But not one place in any of those stores is there a free item. Why not? Because they are all businesses, that’s why not.
Writers need to learn how to act and think like regular business people.
So How to Use Free in Your Bakery?
A one-day give-away of one of your pies. Only for a very limited time and only for a very limited number.
I try not to laugh in writer’s faces who tell me they have “sold” twenty thousand books and when I ask, they actually gave away that many books.
Free is not a sale.
Free is free. A sale is when you make something from the exchange. So follow basic retail practices. If you are going to give something away for free, do it for a short time and a limited number.
And then make it special.
And again, never put it on a shelf of any bookstore.
Once again, over the years, I have tried not to laugh when writers go on about how to game Amazon’s system and get their book there for free. I have laughed many times, but not in the writer’s faces, luckily.
You ever wonder why you have to game the smartest business on the planet at the moment to get something on their shelves for free? Oh, let me think… They don’t make any money.
Yet they are a business. You are taking up their shelf space with something that makes them no money.
You walk into our Pop Culture Collectable stores here in town and there isn’t one thing on the shelves for free. So do we give things away at times? Sure. Free comic book day once a year. Things like that. Promotions that are limited and short term to bring customers into the store to buy other things.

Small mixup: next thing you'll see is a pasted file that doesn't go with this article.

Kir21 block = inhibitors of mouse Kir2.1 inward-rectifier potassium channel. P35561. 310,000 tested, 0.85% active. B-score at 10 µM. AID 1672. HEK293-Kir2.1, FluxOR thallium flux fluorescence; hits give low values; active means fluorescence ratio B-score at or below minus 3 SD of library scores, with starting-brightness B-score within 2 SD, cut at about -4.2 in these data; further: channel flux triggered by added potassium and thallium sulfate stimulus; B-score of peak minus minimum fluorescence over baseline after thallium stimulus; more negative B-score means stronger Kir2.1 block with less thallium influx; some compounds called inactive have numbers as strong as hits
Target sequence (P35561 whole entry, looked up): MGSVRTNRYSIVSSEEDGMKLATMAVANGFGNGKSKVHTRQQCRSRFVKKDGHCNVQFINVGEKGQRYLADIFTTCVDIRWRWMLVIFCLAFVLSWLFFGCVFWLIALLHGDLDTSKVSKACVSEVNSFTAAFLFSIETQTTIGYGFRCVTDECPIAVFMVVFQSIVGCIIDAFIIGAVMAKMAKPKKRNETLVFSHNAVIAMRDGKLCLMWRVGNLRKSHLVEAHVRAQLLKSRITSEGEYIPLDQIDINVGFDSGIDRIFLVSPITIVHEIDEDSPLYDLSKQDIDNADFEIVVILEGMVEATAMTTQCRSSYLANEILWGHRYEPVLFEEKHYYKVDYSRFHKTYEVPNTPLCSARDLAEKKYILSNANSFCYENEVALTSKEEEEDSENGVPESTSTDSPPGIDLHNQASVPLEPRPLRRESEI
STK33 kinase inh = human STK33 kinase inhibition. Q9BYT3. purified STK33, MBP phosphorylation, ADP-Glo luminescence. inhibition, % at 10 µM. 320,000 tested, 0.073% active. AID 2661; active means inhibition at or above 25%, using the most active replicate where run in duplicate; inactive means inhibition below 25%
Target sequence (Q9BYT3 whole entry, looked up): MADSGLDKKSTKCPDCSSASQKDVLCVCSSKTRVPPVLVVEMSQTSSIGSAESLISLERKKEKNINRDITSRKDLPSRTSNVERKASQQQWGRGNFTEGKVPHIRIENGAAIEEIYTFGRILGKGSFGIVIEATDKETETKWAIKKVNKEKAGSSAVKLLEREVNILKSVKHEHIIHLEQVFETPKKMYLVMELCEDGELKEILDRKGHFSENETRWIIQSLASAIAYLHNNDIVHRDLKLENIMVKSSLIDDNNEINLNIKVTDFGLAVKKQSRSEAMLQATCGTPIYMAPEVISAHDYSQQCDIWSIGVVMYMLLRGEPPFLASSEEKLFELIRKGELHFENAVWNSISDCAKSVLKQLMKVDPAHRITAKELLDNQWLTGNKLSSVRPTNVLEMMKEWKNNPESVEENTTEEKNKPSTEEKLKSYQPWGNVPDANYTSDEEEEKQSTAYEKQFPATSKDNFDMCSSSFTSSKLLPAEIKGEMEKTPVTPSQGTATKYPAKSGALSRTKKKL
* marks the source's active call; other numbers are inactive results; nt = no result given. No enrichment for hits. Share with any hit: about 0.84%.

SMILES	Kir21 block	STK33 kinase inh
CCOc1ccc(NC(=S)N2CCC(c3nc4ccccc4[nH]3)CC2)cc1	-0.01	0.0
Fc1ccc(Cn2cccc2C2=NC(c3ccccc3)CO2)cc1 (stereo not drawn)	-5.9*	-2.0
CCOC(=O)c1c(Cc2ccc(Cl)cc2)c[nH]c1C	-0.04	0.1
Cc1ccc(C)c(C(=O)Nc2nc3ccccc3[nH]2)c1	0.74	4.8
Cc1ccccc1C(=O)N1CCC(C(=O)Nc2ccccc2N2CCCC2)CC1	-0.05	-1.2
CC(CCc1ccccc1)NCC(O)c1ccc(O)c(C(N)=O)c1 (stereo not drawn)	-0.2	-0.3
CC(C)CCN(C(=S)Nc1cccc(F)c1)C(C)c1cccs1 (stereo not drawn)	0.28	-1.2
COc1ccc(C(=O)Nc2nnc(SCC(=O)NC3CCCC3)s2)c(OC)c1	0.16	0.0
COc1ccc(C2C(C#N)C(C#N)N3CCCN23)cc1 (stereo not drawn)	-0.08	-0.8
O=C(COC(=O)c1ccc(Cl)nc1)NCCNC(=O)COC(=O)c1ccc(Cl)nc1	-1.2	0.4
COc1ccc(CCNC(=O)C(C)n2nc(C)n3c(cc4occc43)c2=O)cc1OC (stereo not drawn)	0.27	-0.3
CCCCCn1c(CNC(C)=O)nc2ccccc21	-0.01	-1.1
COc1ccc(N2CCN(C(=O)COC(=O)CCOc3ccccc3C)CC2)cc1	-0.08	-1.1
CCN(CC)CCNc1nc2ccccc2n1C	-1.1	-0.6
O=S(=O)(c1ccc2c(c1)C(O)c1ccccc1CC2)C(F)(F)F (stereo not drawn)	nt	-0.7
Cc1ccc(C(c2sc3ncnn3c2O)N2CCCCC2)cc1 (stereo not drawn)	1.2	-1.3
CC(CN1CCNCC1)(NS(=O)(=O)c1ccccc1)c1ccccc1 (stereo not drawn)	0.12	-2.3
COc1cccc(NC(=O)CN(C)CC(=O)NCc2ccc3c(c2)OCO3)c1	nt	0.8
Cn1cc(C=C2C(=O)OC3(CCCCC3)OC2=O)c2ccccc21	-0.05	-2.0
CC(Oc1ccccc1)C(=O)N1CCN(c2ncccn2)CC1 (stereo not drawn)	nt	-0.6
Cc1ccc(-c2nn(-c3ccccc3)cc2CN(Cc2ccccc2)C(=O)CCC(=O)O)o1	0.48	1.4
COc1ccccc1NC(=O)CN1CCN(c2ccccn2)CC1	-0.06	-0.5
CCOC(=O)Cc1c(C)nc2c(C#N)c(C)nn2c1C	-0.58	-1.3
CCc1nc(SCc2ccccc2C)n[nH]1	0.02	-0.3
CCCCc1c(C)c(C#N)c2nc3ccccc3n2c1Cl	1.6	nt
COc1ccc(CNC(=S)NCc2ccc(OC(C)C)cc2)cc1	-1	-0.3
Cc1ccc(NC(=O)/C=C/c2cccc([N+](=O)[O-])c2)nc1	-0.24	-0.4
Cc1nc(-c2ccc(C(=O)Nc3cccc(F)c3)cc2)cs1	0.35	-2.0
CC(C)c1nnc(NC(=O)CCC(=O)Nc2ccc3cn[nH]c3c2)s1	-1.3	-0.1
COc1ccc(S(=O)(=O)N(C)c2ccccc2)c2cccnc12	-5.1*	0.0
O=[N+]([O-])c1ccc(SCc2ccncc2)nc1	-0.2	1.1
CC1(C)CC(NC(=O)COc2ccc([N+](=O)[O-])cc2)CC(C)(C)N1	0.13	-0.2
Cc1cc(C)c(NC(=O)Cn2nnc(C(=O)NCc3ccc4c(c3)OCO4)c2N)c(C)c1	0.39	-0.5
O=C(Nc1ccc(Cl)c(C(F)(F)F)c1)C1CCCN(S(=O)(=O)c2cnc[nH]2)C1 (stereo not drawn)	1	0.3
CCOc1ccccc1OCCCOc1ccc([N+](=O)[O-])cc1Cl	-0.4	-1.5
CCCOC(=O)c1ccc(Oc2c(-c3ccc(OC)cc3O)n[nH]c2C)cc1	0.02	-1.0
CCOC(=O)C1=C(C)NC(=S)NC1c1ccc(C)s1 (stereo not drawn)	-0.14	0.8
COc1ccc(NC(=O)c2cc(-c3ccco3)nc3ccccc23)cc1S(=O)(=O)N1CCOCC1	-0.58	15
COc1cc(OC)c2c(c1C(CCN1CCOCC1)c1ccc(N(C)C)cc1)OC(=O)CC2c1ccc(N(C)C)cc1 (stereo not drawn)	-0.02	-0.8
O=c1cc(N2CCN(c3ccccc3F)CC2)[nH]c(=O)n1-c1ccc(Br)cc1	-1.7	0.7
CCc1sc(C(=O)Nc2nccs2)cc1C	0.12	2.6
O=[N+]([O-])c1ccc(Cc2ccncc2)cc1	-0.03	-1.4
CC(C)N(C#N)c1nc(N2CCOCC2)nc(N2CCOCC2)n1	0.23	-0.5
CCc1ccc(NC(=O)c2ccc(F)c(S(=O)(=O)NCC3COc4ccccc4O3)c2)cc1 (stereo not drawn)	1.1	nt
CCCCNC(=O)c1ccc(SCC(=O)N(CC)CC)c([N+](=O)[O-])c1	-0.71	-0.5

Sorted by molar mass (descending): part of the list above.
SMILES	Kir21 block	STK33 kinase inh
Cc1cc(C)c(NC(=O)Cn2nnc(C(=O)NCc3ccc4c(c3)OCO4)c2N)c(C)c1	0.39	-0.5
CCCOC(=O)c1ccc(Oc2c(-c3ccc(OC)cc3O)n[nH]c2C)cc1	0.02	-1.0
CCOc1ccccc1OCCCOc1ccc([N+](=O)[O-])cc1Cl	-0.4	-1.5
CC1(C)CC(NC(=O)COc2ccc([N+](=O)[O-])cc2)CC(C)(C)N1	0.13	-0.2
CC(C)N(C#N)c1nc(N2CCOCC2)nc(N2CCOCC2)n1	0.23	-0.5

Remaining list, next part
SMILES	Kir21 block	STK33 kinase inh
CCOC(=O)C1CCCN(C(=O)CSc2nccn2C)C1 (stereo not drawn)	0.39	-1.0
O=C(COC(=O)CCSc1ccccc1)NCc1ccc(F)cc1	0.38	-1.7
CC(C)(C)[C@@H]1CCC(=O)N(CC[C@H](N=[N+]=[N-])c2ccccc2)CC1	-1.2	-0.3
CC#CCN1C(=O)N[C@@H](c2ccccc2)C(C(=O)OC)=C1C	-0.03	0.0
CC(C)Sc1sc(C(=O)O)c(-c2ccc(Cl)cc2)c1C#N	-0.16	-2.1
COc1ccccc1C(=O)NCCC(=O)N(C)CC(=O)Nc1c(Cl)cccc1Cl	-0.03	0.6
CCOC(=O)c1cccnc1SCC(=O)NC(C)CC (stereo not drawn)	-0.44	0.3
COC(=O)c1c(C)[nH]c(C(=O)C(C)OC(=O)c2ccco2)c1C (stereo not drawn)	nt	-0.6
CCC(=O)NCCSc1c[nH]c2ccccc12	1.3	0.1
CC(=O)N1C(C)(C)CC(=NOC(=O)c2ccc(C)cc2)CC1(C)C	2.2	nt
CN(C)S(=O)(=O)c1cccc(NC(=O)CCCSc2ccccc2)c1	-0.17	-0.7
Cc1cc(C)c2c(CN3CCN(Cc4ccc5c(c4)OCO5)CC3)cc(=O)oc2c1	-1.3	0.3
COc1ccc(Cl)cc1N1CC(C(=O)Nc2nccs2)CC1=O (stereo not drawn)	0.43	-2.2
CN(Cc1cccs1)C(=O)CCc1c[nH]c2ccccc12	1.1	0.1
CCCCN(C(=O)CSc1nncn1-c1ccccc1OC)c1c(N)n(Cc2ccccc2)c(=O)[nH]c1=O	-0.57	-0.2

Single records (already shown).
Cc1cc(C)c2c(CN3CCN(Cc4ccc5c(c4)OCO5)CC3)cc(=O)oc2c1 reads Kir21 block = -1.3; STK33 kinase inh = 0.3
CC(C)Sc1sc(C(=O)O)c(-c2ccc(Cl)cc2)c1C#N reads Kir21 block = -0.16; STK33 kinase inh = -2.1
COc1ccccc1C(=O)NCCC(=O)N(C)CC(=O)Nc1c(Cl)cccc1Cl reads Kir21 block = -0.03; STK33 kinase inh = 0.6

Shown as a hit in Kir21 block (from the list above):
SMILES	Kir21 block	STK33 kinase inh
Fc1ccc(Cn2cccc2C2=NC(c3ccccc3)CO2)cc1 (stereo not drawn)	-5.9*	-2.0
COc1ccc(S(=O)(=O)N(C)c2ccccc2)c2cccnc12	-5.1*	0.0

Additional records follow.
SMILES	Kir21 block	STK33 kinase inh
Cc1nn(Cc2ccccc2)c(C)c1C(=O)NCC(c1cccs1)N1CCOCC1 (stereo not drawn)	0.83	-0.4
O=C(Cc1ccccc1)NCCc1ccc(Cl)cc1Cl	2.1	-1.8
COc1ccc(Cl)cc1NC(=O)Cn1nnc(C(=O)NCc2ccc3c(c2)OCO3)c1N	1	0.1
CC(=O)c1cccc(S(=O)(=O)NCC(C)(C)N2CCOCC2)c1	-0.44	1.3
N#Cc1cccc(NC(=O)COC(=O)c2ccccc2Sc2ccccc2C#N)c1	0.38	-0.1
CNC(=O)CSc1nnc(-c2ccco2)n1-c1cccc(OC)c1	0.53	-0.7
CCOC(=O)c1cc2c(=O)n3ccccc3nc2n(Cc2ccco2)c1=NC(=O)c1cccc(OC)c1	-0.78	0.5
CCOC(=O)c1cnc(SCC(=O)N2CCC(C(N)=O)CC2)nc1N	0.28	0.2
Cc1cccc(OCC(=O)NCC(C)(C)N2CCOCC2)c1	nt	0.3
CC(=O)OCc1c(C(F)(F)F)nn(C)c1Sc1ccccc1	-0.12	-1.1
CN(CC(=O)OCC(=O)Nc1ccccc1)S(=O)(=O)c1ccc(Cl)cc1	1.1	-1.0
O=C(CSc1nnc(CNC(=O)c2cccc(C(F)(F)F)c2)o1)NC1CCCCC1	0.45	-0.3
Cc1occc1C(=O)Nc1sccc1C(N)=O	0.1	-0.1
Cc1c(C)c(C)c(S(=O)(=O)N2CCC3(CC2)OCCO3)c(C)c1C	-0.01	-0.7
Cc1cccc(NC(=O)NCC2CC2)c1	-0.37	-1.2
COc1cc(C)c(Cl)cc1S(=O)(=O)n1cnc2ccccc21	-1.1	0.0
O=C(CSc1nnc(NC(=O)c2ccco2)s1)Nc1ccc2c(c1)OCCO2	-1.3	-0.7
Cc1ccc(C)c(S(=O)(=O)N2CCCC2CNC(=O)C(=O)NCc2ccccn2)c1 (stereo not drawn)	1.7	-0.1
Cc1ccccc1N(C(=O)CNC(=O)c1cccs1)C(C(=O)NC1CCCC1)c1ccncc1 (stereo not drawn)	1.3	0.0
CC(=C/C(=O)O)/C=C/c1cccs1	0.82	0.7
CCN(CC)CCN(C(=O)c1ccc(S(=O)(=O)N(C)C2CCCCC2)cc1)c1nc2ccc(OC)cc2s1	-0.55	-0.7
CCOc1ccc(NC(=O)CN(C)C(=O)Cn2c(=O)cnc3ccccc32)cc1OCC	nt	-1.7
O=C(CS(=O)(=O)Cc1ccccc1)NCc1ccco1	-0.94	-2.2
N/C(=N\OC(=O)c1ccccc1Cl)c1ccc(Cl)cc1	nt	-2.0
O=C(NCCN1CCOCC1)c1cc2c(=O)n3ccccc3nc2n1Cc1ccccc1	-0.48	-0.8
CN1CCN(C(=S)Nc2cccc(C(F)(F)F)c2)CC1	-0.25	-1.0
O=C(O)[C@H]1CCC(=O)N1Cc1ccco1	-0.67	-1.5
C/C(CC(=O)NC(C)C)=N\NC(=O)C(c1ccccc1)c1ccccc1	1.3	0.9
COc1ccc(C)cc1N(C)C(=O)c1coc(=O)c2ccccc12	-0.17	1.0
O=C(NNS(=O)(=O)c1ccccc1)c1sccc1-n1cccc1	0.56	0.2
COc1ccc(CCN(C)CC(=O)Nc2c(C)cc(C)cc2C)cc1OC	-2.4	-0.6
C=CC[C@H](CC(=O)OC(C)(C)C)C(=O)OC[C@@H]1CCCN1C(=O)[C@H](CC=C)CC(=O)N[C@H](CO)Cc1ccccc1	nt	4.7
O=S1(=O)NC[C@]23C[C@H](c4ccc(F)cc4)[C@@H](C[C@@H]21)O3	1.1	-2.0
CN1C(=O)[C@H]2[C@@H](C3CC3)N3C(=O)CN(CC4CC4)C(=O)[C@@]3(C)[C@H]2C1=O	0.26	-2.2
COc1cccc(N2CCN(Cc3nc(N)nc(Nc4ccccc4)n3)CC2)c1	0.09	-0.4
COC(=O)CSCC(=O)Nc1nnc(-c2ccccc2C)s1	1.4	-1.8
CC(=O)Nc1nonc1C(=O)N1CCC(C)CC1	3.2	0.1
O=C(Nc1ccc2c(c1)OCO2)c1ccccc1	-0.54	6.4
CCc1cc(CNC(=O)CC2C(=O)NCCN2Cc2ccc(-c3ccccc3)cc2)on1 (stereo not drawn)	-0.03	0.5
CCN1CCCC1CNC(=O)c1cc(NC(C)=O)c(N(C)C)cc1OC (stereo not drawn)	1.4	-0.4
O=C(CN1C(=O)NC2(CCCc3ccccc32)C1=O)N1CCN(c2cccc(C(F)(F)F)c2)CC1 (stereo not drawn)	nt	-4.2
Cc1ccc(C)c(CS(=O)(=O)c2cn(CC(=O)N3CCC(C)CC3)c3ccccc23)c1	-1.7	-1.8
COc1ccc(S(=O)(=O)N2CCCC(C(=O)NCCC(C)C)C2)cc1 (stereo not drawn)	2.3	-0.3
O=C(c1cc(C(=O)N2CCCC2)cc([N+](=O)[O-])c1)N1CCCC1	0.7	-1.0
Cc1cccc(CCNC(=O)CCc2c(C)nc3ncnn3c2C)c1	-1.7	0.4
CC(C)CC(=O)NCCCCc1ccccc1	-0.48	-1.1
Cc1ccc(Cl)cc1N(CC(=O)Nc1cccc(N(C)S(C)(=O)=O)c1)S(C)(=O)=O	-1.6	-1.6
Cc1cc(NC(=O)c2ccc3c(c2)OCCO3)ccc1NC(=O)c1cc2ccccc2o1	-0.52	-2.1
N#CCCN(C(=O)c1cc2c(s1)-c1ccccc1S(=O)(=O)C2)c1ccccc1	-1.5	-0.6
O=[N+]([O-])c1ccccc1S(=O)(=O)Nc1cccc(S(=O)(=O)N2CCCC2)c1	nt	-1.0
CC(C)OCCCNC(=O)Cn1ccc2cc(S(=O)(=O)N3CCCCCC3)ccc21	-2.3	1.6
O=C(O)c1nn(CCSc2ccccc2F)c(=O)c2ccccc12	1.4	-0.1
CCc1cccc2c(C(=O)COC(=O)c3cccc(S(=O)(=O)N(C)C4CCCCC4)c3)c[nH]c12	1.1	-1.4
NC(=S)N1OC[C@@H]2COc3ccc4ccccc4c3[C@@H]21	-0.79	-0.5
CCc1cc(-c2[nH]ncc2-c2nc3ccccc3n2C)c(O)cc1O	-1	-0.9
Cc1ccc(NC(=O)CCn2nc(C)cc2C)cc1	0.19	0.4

Limited and short term.
There is no reason at all for us to go to the time and energy to get inventory and then put it on our shelves for free. No reason for any business to do that.
And certainly no reason for you to do that in your Magic Bakery.
Just imagine walking into a pie shop and there is a wall of pies that all look great, and five or six of them say, “Free” under it. Try to imagine that.
If you can’t imagine that, good. But if you want to start learning how to use free correctly, then start looking around at other businesses outside of electronic books and see what they do with free.
In the business and sales world, free is a powerful, powerful tool if used correctly and for the right reasons.
Make sure your Magic Bakery is a place someone can come to buy your wonderful work. And that free is used in ways (not on the shelves of your bakery) to entice buyers into your bakery.
Free is short time, limited supply, and never on the major bookstore shelves.
Simple Magic Bakery rules-of-thumb that are nothing more than standard retail business practices.